Summer1                                Summer2

It’s summer in Kansas. The temperatures are high (with no immediate relief in sight). Kids are on summer vacation (with no immediate relief in sight). The quest for the ultimate bikini body is in full swing (with no immediate relief in sight). Unless you’re like me, still working on your extended 2015 tax return (with no immediate relief in sight), taxes don’t even show up on your To-Do List. Leave it to your friendly accountant to remind you it’s never too early to start thinking about your tax liability for 2016

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I don’t know a single tax preparer that enjoys telling a client they owe thousands of dollars. I like giving happy news as often as possible (and, yes, there’s happy news in the tax world). If you have experienced or might experience any major changes in income or deductions for 2016, I recommend checking in with your tax preparer for a quick estimate. This is a list of the most common life events, which usually indicate a significant tax impact: take money out of an IRA or 401k, receive a significant bonus or raise, lose or change jobs, have or adopt a child, get married, get divorced, celebrate your child’s 18th birthday, buy or sell a home, start or close a business.

If you think an estimate is in order, I encourage you to contact your tax preparer and request an estimate. Most preparers will do so for no charge and can turn it around within 24-48 hours. Often times, the information necessary for an estimate is easily and quickly accessible (most recent pay stubs for W-2 employees and financial statements/bank statements for business owners). Your tax preparer should be able to advise whether you should expect a bill or refund and advise you in ways to reduce the amount you owe long before April 15th. I recommend a mid-year estimate for my clients who are W-2 employees and quarterly estimates for clients who own their own businesses.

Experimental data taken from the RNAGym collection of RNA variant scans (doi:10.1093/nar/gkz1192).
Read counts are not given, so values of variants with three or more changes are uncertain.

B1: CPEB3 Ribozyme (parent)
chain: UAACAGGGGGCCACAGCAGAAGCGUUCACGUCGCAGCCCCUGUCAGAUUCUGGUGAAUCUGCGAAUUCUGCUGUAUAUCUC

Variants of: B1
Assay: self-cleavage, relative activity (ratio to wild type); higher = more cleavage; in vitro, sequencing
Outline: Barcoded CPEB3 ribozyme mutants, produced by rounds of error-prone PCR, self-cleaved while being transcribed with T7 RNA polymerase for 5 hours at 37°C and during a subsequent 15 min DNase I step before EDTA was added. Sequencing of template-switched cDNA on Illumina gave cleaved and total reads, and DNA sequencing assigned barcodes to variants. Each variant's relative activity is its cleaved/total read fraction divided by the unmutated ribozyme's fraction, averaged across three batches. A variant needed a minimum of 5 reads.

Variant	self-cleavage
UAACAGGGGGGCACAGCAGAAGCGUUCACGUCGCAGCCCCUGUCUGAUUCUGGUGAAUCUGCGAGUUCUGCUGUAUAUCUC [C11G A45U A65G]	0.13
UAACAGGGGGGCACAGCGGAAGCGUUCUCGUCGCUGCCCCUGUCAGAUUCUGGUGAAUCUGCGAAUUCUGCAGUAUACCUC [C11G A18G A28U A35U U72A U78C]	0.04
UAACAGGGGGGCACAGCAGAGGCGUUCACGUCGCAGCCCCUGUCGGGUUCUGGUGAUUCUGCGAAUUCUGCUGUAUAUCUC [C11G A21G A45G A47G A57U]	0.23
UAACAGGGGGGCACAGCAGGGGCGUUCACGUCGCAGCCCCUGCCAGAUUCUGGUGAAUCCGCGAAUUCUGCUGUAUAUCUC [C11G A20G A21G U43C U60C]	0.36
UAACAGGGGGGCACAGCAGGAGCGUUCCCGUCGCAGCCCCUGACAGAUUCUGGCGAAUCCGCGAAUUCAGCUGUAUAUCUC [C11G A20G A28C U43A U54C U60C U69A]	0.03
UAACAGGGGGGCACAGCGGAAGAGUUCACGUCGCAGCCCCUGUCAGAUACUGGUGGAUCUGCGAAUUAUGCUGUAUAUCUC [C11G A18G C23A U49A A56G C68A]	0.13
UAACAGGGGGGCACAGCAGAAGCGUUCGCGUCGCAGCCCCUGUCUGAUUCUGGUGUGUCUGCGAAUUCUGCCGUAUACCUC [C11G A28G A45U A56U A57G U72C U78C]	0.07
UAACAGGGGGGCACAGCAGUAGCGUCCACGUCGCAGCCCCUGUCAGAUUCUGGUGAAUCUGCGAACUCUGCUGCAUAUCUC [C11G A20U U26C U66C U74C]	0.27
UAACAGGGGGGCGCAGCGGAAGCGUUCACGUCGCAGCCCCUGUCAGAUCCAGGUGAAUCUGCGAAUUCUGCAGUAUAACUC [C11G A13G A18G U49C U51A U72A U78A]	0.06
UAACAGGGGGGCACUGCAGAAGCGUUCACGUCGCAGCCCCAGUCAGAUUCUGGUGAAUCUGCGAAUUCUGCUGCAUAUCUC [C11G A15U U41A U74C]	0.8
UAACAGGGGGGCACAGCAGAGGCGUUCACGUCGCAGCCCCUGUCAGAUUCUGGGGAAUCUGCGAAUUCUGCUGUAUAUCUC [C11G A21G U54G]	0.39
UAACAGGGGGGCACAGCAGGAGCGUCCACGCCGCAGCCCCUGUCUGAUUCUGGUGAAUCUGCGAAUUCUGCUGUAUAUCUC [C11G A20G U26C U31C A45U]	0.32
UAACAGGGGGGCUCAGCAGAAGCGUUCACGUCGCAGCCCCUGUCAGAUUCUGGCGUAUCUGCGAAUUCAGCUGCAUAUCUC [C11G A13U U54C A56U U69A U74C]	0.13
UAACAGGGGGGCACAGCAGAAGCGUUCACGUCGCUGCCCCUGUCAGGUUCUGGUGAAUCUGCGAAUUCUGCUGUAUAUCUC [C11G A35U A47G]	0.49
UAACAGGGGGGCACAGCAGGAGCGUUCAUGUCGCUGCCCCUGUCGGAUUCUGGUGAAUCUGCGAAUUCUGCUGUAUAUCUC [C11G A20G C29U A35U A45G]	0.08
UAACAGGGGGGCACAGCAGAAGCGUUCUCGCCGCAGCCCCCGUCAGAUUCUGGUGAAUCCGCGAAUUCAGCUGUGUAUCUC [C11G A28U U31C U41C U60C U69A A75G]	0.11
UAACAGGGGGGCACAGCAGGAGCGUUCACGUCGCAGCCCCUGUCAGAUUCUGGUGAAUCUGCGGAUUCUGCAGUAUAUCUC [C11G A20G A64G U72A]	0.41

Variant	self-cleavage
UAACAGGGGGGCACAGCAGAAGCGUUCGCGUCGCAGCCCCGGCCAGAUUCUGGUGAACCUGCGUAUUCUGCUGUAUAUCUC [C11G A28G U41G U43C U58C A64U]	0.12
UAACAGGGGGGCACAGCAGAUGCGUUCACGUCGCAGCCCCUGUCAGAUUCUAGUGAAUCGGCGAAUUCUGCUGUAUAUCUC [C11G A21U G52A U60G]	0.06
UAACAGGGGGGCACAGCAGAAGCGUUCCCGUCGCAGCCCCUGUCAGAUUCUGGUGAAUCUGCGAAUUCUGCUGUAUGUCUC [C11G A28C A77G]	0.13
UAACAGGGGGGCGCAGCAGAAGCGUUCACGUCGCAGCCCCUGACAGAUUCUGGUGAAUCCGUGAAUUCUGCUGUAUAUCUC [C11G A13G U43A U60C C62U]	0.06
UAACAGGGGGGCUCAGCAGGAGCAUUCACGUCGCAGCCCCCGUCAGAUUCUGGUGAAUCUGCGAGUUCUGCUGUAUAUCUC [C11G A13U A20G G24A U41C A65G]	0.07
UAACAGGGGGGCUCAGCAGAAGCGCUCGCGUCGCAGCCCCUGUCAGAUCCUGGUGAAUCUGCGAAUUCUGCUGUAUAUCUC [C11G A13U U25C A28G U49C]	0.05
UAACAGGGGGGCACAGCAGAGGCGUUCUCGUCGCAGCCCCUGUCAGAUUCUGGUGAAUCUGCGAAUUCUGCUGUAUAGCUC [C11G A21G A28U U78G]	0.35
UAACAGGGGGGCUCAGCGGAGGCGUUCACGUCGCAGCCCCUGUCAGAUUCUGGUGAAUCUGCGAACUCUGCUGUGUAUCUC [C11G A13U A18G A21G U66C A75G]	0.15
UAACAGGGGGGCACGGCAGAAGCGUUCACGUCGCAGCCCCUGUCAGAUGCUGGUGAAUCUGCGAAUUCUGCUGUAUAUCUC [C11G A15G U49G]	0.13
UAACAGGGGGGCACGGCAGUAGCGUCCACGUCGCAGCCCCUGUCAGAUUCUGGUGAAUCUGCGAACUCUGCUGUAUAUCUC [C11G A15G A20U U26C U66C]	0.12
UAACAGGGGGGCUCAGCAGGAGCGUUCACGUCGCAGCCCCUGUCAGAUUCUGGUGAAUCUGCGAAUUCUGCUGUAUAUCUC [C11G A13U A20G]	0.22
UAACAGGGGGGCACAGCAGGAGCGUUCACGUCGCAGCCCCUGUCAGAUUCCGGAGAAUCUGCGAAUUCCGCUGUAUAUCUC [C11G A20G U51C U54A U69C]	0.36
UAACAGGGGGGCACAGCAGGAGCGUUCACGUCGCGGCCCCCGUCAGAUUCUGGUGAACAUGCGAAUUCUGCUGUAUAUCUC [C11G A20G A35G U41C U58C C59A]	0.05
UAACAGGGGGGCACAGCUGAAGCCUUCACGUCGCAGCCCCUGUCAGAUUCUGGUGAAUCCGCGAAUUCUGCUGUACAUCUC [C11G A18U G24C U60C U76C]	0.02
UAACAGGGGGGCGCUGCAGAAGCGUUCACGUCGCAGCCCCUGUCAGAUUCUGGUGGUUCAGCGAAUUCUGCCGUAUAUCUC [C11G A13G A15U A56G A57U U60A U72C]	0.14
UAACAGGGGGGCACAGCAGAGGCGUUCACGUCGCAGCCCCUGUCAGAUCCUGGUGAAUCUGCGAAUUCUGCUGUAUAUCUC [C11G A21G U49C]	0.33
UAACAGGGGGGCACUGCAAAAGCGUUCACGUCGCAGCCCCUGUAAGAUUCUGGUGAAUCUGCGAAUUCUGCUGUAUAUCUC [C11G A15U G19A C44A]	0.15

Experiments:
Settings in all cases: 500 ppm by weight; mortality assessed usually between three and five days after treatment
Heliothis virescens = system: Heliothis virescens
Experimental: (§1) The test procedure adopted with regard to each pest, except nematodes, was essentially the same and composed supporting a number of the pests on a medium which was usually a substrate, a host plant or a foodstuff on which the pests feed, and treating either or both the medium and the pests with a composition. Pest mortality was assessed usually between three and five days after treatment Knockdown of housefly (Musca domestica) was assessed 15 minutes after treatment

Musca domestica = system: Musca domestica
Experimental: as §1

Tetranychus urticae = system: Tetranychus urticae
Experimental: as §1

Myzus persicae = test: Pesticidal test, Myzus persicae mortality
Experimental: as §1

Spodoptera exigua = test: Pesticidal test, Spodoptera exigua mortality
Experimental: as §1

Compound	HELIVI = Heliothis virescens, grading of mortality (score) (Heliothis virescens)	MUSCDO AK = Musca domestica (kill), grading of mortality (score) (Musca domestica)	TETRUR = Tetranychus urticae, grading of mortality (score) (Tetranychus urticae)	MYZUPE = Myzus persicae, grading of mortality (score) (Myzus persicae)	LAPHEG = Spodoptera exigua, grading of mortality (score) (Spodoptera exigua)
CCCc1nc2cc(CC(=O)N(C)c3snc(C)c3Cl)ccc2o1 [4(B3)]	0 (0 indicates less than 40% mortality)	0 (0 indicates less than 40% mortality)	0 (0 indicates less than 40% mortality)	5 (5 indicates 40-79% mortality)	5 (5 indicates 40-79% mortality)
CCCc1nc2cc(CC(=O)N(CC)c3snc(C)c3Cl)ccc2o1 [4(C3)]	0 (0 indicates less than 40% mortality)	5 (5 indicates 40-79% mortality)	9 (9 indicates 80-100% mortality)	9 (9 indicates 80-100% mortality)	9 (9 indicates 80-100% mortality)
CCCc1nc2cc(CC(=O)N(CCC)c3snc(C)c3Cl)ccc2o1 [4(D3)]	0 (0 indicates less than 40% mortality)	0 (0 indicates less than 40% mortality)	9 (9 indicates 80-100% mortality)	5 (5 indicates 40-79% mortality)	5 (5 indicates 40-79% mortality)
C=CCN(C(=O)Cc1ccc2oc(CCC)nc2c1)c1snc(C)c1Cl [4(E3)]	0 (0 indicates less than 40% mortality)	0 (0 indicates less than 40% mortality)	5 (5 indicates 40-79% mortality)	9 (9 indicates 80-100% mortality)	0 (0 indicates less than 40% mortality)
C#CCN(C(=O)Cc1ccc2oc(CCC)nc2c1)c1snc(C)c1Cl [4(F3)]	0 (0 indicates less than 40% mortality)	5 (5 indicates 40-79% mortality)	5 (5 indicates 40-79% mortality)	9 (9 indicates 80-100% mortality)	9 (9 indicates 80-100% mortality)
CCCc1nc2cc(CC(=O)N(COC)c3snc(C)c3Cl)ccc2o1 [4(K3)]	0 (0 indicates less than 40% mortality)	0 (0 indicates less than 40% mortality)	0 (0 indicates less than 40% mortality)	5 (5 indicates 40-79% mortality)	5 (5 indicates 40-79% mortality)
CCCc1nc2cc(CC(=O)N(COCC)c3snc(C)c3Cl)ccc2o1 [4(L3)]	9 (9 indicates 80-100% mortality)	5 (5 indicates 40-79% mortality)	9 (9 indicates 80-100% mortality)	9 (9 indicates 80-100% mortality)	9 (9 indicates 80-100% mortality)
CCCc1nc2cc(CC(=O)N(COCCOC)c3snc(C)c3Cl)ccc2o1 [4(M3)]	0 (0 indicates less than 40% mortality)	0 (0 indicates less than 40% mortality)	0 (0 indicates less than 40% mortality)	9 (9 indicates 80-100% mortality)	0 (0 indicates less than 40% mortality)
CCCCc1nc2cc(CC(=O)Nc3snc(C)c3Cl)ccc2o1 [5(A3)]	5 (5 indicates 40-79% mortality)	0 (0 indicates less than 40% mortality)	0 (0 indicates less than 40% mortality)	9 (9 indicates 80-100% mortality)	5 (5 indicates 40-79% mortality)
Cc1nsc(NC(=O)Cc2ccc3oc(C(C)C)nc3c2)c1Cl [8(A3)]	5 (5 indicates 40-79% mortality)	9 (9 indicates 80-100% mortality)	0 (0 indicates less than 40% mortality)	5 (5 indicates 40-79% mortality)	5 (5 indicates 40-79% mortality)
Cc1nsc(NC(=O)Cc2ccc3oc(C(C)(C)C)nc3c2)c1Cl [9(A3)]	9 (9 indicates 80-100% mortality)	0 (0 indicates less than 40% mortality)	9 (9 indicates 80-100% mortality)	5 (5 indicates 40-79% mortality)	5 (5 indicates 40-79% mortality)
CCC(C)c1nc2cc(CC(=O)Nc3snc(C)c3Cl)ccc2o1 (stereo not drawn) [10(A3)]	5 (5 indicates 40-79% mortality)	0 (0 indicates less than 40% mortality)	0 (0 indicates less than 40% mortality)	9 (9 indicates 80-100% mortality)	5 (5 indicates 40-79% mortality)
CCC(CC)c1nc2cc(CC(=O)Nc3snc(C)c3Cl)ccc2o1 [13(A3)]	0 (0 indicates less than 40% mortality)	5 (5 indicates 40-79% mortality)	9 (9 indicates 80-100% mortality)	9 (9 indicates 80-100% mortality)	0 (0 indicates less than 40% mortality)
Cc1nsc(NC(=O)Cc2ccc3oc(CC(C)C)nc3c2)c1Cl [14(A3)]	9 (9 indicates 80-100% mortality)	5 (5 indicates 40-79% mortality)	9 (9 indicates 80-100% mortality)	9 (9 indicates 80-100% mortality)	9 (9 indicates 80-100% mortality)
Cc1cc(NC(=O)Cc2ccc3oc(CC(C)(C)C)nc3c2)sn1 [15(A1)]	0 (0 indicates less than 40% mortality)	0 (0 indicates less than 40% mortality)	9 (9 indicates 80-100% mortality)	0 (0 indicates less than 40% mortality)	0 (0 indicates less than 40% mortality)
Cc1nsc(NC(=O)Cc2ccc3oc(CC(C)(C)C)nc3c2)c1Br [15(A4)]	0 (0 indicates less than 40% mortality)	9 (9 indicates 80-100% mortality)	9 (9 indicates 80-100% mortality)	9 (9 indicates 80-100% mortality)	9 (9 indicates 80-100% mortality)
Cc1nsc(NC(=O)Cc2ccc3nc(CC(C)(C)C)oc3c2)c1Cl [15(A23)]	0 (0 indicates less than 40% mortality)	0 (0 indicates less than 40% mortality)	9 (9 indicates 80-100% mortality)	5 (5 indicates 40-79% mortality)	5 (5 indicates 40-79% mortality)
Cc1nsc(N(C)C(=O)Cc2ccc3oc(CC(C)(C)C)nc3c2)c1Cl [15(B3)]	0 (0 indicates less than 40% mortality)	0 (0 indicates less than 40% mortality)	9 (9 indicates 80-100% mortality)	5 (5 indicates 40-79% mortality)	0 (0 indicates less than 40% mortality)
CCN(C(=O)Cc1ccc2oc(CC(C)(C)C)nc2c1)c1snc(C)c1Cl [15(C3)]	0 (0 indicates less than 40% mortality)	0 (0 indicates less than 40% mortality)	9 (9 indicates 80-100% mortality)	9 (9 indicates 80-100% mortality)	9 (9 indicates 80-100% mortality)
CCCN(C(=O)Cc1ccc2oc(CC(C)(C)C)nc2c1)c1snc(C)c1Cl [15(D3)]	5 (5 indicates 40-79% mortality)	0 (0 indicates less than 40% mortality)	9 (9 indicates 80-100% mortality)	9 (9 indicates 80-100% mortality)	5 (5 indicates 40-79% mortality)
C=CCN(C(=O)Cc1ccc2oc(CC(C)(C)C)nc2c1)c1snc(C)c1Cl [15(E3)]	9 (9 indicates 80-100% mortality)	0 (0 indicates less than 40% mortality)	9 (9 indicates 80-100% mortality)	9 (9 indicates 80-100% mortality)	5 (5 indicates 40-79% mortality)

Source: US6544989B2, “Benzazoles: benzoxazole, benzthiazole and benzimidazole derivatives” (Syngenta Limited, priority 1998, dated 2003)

DISCLAIMER: Estimates are just that. While we, as tax preparers, like to think that we’re infallible, we can’t possibly account for every contingency or for tax laws that may change as late as December. Also, be sure to review any estimates or tax returns prepared for you with a detailed eye and ask for clarification of any figures you don’t understand. An accountant worth their weight in gold will be able to quickly show you exactly how they arrived at the figures.